of the duty. A temporary repeal becomes necessary to from North Carolina, a few days ago, stated a very importthe interests assailed, as a measure of self-defence, and ant and imposing fact on this subject. He said it was they are justified in aiding the repeal on the ground of the opinion of those at the South, well qualified to judge self-preservation. The committee which reported the of it, that the cultivation of sugar had added fifty dollars bill proffered a trial of the contested fact, but it has been to the value of every slave in the country. The same defeated by the amendment now under consideration, im- gentleman estimated the value of all the slave population posing a specific duty of from thirty-five to forty per cent. at four hundred and thirty millions of dollars, being an as against that description of cotton which would be average of two hundred dollars per head for the whole. brought into the country for home manufacture-a duty It will thus be seen that the increased value given by the not based upon the ad valorem principle, which the South sugar cultivation to all the slaves in the country is several is so urgent to impose on all others; but a specific duty, millions over one hundred millions of dollars; and is onebe it remembered, which will rise in value precisely as third, or thirty-three and one-third per cent. added to the cotton sinks in price. He hoped the article of cotton one hundred and fifty dollars which would otherwise be would be left in the bill as it was reported, free of duty; the average value of each slave throughout the Union. and if, on subjecting it to the test of experiment, it shall He would ask if the protective policy beyond the immebe found the duty on cotton is of no value to the planter, diate neighborhood of the manufacturing villages and he was free to say, for one, that fact would have much towns had caused a similar increase of the price of proinfluence with him, and he should feel himself called upon perty in the other division of the Union. Had it, in New to review the principles by which he had been governed England, New York, Pennsylvania, or Ohio, increased the in respect to the protective policy. He was very far from price of land, or the products of labor, in a correspond. wishing to injure the cotton-growing interest. It was one ing degree! He was sure it had not. of the great and leading branches of American industry: Mr. V. said he would act on the principle of protectas such it ought to be protected, and he was willing to ing those who admitted they had protection, and wished give it protection. Indeed, he would cheerfully vote an its continuance; but as for those who denied they had any absolute prohibition in its favor, and prevent so much as protection, and asserted they “disdained” it, and wanted a pound of foreign cotton from ever being consumed in none, he would take them at their word, and withdraw this country. But he would do that, only on condition that it from them. If, for example, they who represent the that interest would deal fairly and justly by other interests, iron interest, should rise up here, and declare the protecas he had no doubt it would be willing to do when the tion was of no value to them, and make that a plea for cotton planter should become satisfied that the protec- assailing and pulling down other interests, after argutive policy was noc a system of plunder and robbery on ment and expostulation were exhausted, he would take him, without any benefit to him, but that it was a shield the protection away, and put the truth of the assertion to as necessary to his protection as for others. Mr. V. said he the trial. Such was, unfortunately, the state of the case entertained very little doubt, whatever might be said or with the cotton interest; and since they who represent pretended to the contrary, that the abolition of the duty that interest tell us they “despise” protection, and the would, in a few years, sink the value of the whole cotton offer has been made in this bill to give it up, he would crop ten or twenty per cent. The opening of the Ame- help them to throw down their fences, and let all manrican market to foreigners, by enlarging their market, ner of trespassing animals into their fair fields; and when would create, as its natural effect, a stimulus to the pro- they shall come back again, as he had no doubt they will, duction of cotton abroad, in the same way that a protec- he would assist to build them up again so high and so tive duty on an article manufactured at home, so adjusted strong that nothing could break over them; provided they as to bring it into fair competition with the foreign fabric, will consent to do it on the great principle of reciprocal stimulates the domestic manufacture. It is the market, justice, “live and let live." He had but one word more in both cases, which encourages production. Not only to say. If gentlemen, as they profess, desire to raise rewould the cotton of Asia, of the West Indies, of Brazil, venue from cotton, he could put them in the way of doing and South America, generally, find its way, in the course it; when it should be in order, he would move to fix the of trade, into our markets, but a powerful impulse would duty at five per cent., that being the rate at which the be given to the growth of the cotton plant in Mexico, and woollens and blankets worn by the slaves had been put especially in Texas, in our immediate vicinity, where, by the act of the last session; and then we should get from all accounts, it can be produced in the greatest abun- revenue from the duty. There was a fitness in adjusting dance, and at less expense than, perhaps, even in the the duty on the products of slave labor to the rate of duty valley of the Mississippi. Every one who has any ac-paid on the imported articles used by slaves. quaintance with the laws of trade, knows the superior Mr. BARRINGER, of North Carolina, said that he had value, in every country, of the home market over all moved to put this duty at two cents a pound, not excluothers. A very little time will satisfy the deluded plant- sively on the principle of protection, but equally on the ers of the South of the very great importance of retaining principle of revenue. It was true that as this was a raw the exclusive possession of the home market now enjoy- material, if it was not produced in this country, it might ed by them, if that market shall be thrown open to the be good policy to admit it free, in order to aid our own World; and it would, probably, satisfy them too of what manufacturers, and to cheapen the fabric of the consumer. he believed to be true, that no section of the Union de- But cotton was raised in this country, and every body rived so much benefit from the protective policy as the knew the duty upon it was in a great degree nominal. South. It has built up, at home, the greatest cotton Little or no cotton was imported, as the domestic supply market in the world except one, and that market is, exceeded fourfold the demand of the home market. The every year, growing in importance. It has built up the principle was true, in general, that wherever supply was sugar cultivation in Louisiana and Florida: that interest, equal to demand, and especially where it exceeded it, of itself, is of almost incalculable value and magnitude duties, however great, did not increase the price. AmeThe sugar production has diverted into that channel a rican cotton now regulated the cotton market in every large amount of capital and slave labor, which would part of the world. The prices at Liverpool, Havre, &c. otherwise have gone to swell the over-production of cot-were regulated by our product. Of the whole amount ton, and depress its price, both at home and abroad. of cotton made and consumed in the world, the American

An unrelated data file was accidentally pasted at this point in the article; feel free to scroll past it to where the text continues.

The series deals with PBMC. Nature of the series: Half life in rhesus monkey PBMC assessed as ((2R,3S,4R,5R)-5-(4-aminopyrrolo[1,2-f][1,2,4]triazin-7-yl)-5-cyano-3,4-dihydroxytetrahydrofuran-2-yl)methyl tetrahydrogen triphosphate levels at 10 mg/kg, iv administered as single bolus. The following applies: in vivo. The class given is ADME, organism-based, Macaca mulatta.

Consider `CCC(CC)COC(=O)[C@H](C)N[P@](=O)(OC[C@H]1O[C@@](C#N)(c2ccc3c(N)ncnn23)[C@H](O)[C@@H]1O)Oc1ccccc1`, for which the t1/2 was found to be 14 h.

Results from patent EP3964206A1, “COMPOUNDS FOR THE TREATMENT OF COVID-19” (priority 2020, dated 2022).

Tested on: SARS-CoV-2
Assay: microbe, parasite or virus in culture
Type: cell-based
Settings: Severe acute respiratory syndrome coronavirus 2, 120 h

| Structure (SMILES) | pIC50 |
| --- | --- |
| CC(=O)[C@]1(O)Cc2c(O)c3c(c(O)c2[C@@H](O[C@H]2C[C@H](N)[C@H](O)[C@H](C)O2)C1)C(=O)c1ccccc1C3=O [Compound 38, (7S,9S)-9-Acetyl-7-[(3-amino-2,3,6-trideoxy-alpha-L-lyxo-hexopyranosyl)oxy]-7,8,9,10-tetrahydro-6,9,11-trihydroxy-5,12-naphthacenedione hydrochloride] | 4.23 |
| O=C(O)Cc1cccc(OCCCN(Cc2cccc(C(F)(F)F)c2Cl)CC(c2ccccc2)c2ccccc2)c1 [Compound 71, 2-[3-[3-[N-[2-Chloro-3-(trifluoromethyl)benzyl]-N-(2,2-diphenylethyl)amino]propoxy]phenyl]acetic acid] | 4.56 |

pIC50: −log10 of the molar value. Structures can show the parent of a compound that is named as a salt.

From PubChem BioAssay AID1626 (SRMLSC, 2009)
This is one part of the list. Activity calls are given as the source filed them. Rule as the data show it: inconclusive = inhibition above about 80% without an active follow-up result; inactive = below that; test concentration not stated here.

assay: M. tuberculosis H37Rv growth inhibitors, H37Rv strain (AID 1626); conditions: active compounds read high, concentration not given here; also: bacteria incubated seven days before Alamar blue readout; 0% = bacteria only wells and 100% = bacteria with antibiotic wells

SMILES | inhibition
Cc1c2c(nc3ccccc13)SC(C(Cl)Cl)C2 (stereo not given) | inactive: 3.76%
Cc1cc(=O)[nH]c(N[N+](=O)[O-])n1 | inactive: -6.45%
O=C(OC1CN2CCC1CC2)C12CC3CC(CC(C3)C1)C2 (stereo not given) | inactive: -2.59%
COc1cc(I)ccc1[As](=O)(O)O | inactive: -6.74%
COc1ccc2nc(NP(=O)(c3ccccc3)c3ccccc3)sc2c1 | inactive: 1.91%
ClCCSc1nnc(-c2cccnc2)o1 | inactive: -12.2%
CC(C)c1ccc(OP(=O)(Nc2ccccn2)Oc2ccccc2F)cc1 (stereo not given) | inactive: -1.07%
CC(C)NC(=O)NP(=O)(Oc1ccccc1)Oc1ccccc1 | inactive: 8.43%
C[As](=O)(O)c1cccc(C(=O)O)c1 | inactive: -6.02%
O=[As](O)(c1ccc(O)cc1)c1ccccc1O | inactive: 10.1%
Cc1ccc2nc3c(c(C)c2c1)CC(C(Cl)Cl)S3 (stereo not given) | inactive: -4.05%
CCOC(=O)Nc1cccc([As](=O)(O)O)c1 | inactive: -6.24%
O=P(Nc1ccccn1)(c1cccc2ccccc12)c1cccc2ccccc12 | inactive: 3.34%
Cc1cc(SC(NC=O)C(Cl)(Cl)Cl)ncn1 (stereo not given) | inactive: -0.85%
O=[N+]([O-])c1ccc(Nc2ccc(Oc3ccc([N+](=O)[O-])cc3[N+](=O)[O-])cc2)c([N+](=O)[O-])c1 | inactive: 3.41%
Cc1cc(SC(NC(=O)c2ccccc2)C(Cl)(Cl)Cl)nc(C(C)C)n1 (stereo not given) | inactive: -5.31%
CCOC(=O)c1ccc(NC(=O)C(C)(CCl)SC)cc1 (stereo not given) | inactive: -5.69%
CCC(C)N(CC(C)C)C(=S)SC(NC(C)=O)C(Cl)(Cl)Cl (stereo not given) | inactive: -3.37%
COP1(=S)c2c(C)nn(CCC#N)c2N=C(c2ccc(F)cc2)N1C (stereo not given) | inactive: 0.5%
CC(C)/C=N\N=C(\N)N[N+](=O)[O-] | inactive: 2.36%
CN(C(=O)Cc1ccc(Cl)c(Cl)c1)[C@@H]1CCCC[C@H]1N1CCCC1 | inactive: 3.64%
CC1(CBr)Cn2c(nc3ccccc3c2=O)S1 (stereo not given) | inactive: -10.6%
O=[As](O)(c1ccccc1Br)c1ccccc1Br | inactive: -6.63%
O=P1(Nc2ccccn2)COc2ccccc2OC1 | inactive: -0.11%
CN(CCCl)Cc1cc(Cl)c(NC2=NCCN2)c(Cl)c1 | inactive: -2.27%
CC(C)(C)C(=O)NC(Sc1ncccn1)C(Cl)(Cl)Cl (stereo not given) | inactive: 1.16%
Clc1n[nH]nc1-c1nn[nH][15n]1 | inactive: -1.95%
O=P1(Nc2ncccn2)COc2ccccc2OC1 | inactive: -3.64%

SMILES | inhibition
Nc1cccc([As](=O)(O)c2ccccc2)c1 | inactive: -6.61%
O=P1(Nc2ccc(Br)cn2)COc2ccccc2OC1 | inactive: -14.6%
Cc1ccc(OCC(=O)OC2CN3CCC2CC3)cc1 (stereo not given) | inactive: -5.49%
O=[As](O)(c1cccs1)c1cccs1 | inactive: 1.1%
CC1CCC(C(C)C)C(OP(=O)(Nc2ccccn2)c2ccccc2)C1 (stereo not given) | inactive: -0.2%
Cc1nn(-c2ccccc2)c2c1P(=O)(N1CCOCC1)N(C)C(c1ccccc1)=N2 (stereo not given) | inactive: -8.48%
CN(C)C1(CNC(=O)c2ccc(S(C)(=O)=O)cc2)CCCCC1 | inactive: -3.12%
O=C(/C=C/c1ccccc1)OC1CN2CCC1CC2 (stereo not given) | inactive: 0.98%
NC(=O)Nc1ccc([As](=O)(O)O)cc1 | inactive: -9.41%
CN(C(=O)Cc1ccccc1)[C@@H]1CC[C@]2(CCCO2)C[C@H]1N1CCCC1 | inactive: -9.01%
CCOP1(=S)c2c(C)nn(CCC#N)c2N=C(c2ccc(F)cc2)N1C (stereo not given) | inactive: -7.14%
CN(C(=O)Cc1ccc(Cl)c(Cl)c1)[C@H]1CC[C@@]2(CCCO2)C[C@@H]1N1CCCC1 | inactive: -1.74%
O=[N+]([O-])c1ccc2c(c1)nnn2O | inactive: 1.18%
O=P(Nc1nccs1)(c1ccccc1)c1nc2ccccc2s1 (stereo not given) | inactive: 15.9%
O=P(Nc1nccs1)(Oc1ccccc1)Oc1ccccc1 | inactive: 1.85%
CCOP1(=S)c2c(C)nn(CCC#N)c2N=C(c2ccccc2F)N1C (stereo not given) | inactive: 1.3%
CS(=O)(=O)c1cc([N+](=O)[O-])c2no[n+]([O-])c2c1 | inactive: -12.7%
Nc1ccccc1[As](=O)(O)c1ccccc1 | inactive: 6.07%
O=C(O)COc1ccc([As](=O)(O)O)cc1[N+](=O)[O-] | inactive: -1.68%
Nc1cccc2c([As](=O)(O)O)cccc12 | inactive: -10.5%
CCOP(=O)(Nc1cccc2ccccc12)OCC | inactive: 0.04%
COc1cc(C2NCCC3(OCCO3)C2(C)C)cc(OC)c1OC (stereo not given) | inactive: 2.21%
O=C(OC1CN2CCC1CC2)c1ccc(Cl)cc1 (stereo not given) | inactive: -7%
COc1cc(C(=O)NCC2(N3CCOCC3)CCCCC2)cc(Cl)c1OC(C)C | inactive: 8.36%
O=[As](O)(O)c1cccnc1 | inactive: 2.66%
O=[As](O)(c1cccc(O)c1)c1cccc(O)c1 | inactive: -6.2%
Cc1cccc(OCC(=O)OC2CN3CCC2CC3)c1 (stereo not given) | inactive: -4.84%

The demand for slave labor to carry on the sugar cul- amounted to two-thirds, or perhaps three-fourths. Untivation has greatly increased the price of all the slaves der thesc circumstances, it would and must regulate the in the country. It will be recollected that a gentleman price. A duty upon it operated nominally only. It did